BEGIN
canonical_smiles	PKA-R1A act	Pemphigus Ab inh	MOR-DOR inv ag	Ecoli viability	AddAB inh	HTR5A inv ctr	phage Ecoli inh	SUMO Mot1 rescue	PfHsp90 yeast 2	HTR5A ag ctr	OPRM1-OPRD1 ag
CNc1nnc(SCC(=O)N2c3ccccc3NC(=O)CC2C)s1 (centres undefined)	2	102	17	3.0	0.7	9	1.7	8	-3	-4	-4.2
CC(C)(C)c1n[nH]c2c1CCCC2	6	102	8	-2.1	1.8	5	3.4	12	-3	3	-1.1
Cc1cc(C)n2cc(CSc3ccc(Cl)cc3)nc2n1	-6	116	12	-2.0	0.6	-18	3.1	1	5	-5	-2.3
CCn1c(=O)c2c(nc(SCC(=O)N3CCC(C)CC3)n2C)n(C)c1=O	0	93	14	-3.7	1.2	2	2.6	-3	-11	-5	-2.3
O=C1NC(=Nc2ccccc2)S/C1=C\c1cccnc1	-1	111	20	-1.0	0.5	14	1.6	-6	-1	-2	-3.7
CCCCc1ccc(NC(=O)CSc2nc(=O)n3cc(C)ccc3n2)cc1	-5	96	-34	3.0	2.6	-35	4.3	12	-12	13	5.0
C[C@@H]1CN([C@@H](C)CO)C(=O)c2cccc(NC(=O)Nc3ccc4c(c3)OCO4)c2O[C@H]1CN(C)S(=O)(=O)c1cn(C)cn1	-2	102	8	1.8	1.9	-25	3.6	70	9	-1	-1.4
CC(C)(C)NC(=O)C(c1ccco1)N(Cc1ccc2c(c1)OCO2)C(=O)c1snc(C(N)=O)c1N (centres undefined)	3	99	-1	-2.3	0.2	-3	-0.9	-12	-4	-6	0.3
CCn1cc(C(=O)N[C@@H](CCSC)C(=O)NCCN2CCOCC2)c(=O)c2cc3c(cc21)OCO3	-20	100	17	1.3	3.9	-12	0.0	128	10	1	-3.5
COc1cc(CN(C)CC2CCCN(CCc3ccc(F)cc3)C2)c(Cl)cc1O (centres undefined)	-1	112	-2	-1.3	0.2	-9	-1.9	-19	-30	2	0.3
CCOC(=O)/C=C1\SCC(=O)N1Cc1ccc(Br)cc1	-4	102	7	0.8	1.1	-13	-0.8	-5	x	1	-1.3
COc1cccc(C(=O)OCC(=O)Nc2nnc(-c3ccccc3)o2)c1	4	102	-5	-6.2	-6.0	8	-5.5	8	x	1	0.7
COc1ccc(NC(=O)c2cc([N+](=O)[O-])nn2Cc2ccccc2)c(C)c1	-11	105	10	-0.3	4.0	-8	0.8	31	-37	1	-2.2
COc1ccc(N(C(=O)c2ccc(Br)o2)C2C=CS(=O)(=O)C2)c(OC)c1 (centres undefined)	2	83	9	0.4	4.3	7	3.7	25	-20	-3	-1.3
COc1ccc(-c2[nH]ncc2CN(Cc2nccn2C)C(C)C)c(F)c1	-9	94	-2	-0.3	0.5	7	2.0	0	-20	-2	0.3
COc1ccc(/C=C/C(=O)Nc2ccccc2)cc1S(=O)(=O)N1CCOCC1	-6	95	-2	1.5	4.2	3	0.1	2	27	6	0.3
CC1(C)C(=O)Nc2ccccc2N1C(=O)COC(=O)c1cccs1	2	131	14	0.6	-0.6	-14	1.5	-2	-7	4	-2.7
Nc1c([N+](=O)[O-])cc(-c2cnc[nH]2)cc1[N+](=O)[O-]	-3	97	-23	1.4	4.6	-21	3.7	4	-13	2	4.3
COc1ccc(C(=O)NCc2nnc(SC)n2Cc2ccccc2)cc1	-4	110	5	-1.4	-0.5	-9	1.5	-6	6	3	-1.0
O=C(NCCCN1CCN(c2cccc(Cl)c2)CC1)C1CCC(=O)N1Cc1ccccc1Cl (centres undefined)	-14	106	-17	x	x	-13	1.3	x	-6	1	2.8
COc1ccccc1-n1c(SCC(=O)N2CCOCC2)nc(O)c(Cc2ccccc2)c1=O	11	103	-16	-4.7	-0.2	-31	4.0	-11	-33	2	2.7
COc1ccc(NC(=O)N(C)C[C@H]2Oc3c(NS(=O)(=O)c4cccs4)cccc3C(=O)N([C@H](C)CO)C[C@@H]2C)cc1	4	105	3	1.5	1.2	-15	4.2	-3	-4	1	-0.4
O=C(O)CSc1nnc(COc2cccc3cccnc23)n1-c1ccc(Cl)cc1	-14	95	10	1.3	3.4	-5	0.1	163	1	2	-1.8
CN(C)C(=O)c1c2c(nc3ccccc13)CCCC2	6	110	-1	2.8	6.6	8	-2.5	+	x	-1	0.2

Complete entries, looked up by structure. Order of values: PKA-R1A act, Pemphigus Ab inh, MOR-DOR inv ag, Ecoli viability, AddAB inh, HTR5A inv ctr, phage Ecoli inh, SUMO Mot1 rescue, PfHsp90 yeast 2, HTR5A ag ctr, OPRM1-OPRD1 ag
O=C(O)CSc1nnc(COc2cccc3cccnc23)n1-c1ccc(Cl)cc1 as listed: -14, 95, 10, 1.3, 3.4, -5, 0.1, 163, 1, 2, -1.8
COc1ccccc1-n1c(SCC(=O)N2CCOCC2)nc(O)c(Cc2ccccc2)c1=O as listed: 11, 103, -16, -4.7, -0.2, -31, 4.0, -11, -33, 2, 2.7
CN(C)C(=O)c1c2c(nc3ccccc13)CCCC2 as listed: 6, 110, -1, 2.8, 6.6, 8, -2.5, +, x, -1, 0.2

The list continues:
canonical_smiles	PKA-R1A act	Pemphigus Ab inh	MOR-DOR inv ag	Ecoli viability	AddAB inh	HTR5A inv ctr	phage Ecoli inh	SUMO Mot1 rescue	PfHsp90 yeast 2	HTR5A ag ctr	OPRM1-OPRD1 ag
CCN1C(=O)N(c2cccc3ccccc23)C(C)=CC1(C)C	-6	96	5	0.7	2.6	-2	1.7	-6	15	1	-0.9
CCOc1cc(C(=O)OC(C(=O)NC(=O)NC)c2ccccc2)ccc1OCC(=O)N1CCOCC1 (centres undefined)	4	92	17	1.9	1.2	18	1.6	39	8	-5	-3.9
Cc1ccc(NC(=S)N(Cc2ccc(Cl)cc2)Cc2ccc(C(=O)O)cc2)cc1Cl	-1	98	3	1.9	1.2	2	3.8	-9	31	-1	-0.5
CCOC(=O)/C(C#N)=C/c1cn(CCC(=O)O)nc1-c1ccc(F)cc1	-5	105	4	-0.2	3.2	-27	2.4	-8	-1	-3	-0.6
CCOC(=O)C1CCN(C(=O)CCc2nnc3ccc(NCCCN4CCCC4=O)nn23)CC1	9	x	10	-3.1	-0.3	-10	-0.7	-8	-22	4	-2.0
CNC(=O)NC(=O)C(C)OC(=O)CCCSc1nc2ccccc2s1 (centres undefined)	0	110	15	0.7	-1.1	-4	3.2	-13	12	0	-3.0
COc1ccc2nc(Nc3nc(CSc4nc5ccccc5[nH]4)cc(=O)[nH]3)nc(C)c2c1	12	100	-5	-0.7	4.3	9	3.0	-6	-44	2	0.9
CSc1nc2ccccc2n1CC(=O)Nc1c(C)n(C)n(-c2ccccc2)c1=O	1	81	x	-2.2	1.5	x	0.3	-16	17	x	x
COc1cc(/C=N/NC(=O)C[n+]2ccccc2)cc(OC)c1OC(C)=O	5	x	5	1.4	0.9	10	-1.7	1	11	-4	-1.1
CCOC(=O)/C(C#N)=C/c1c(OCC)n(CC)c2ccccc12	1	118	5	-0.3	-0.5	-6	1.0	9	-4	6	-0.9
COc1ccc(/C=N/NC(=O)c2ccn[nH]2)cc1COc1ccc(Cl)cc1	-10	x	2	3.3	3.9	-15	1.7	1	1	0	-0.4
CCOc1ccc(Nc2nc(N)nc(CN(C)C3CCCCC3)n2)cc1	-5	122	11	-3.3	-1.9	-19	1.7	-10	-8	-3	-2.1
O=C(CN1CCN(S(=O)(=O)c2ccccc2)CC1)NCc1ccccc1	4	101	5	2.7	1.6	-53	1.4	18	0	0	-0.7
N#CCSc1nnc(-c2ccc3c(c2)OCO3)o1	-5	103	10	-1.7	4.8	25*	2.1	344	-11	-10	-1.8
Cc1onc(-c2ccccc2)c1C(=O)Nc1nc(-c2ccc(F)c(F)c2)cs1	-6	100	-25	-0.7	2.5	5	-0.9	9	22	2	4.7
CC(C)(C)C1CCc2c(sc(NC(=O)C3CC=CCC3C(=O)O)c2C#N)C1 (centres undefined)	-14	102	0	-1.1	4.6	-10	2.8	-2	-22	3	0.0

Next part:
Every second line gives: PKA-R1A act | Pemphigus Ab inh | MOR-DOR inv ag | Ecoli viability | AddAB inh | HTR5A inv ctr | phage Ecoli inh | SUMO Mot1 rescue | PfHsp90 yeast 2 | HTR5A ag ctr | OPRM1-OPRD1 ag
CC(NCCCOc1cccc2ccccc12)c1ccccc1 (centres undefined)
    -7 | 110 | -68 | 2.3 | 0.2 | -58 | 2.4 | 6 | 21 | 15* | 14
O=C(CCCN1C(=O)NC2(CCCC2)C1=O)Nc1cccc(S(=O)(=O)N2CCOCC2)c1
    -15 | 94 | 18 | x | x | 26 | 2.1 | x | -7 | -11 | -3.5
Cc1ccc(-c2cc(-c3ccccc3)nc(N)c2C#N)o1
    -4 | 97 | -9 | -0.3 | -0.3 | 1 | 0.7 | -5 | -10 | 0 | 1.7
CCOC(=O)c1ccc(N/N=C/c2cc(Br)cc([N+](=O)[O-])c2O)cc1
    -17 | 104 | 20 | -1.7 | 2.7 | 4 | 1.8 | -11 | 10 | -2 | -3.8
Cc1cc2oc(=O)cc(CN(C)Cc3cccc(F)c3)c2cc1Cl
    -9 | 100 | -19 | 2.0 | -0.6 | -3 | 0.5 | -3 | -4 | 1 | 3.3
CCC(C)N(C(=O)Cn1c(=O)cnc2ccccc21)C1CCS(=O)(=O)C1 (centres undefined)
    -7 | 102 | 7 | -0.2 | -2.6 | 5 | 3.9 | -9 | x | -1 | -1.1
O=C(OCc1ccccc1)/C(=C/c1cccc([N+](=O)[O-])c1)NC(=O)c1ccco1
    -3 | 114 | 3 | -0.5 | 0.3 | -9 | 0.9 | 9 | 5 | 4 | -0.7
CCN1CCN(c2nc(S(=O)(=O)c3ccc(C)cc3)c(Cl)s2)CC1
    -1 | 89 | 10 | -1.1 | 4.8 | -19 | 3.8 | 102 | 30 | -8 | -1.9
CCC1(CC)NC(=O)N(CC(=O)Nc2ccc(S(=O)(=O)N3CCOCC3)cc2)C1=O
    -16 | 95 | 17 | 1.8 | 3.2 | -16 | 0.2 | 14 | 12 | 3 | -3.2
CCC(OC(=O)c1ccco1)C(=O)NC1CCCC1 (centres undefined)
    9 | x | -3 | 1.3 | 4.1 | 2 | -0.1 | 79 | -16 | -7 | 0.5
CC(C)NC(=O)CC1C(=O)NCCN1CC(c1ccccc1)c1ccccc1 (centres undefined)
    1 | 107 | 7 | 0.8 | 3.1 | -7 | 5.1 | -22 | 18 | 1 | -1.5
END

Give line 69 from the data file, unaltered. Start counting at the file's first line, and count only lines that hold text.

    9 | x | -3 | 1.3 | 4.1 | 2 | -0.1 | 79 | -16 | -7 | 0.5